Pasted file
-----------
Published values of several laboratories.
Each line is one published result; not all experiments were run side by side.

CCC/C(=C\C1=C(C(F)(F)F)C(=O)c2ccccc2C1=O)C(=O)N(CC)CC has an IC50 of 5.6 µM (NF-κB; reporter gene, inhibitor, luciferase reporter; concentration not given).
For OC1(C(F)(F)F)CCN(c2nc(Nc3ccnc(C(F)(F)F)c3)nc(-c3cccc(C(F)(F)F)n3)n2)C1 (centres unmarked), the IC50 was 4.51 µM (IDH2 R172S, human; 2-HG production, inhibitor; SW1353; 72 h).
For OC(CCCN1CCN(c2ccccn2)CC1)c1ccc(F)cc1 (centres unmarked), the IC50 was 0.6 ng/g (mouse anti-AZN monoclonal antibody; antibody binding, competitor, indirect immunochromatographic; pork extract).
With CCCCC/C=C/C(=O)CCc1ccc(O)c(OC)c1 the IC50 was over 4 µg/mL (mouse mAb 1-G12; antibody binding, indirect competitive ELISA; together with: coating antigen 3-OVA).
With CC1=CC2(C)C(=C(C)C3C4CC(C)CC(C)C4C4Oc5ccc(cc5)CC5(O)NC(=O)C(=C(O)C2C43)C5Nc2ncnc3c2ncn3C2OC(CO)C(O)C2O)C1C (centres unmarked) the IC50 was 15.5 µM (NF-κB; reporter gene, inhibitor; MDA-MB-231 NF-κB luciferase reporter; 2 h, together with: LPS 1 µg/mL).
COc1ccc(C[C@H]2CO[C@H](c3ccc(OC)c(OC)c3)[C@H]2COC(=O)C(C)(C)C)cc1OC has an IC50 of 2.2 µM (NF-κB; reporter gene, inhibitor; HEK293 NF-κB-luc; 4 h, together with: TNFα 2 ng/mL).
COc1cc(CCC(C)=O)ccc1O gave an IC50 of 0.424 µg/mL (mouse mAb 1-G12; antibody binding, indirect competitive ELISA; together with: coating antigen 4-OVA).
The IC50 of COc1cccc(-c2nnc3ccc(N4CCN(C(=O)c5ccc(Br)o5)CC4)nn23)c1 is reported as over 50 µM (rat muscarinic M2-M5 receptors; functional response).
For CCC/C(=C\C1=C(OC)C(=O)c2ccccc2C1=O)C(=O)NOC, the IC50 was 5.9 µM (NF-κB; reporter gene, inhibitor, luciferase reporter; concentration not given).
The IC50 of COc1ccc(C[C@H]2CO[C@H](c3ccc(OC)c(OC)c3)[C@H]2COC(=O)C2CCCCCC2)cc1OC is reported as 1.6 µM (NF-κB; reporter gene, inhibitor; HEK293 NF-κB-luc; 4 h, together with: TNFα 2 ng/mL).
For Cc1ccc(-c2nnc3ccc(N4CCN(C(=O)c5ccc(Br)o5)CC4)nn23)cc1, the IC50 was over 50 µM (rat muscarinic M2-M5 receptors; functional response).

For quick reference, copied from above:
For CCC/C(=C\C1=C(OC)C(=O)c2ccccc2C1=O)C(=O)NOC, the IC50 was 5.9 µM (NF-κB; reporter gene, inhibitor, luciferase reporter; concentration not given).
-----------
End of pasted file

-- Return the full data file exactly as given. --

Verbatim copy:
Published values of several laboratories.
Each line is one published result; not all experiments were run side by side.

CCC/C(=C\C1=C(C(F)(F)F)C(=O)c2ccccc2C1=O)C(=O)N(CC)CC has an IC50 of 5.6 µM (NF-κB; reporter gene, inhibitor, luciferase reporter; concentration not given).
For OC1(C(F)(F)F)CCN(c2nc(Nc3ccnc(C(F)(F)F)c3)nc(-c3cccc(C(F)(F)F)n3)n2)C1 (centres unmarked), the IC50 was 4.51 µM (IDH2 R172S, human; 2-HG production, inhibitor; SW1353; 72 h).
For OC(CCCN1CCN(c2ccccn2)CC1)c1ccc(F)cc1 (centres unmarked), the IC50 was 0.6 ng/g (mouse anti-AZN monoclonal antibody; antibody binding, competitor, indirect immunochromatographic; pork extract).
With CCCCC/C=C/C(=O)CCc1ccc(O)c(OC)c1 the IC50 was over 4 µg/mL (mouse mAb 1-G12; antibody binding, indirect competitive ELISA; together with: coating antigen 3-OVA).
With CC1=CC2(C)C(=C(C)C3C4CC(C)CC(C)C4C4Oc5ccc(cc5)CC5(O)NC(=O)C(=C(O)C2C43)C5Nc2ncnc3c2ncn3C2OC(CO)C(O)C2O)C1C (centres unmarked) the IC50 was 15.5 µM (NF-κB; reporter gene, inhibitor; MDA-MB-231 NF-κB luciferase reporter; 2 h, together with: LPS 1 µg/mL).
COc1ccc(C[C@H]2CO[C@H](c3ccc(OC)c(OC)c3)[C@H]2COC(=O)C(C)(C)C)cc1OC has an IC50 of 2.2 µM (NF-κB; reporter gene, inhibitor; HEK293 NF-κB-luc; 4 h, together with: TNFα 2 ng/mL).
COc1cc(CCC(C)=O)ccc1O gave an IC50 of 0.424 µg/mL (mouse mAb 1-G12; antibody binding, indirect competitive ELISA; together with: coating antigen 4-OVA).
The IC50 of COc1cccc(-c2nnc3ccc(N4CCN(C(=O)c5ccc(Br)o5)CC4)nn23)c1 is reported as over 50 µM (rat muscarinic M2-M5 receptors; functional response).
For CCC/C(=C\C1=C(OC)C(=O)c2ccccc2C1=O)C(=O)NOC, the IC50 was 5.9 µM (NF-κB; reporter gene, inhibitor, luciferase reporter; concentration not given).
The IC50 of COc1ccc(C[C@H]2CO[C@H](c3ccc(OC)c(OC)c3)[C@H]2COC(=O)C2CCCCCC2)cc1OC is reported as 1.6 µM (NF-κB; reporter gene, inhibitor; HEK293 NF-κB-luc; 4 h, together with: TNFα 2 ng/mL).
For Cc1ccc(-c2nnc3ccc(N4CCN(C(=O)c5ccc(Br)o5)CC4)nn23)cc1, the IC50 was over 50 µM (rat muscarinic M2-M5 receptors; functional response).

For quick reference, copied from above:
For CCC/C(=C\C1=C(OC)C(=O)c2ccccc2C1=O)C(=O)NOC, the IC50 was 5.9 µM (NF-κB; reporter gene, inhibitor, luciferase reporter; concentration not given).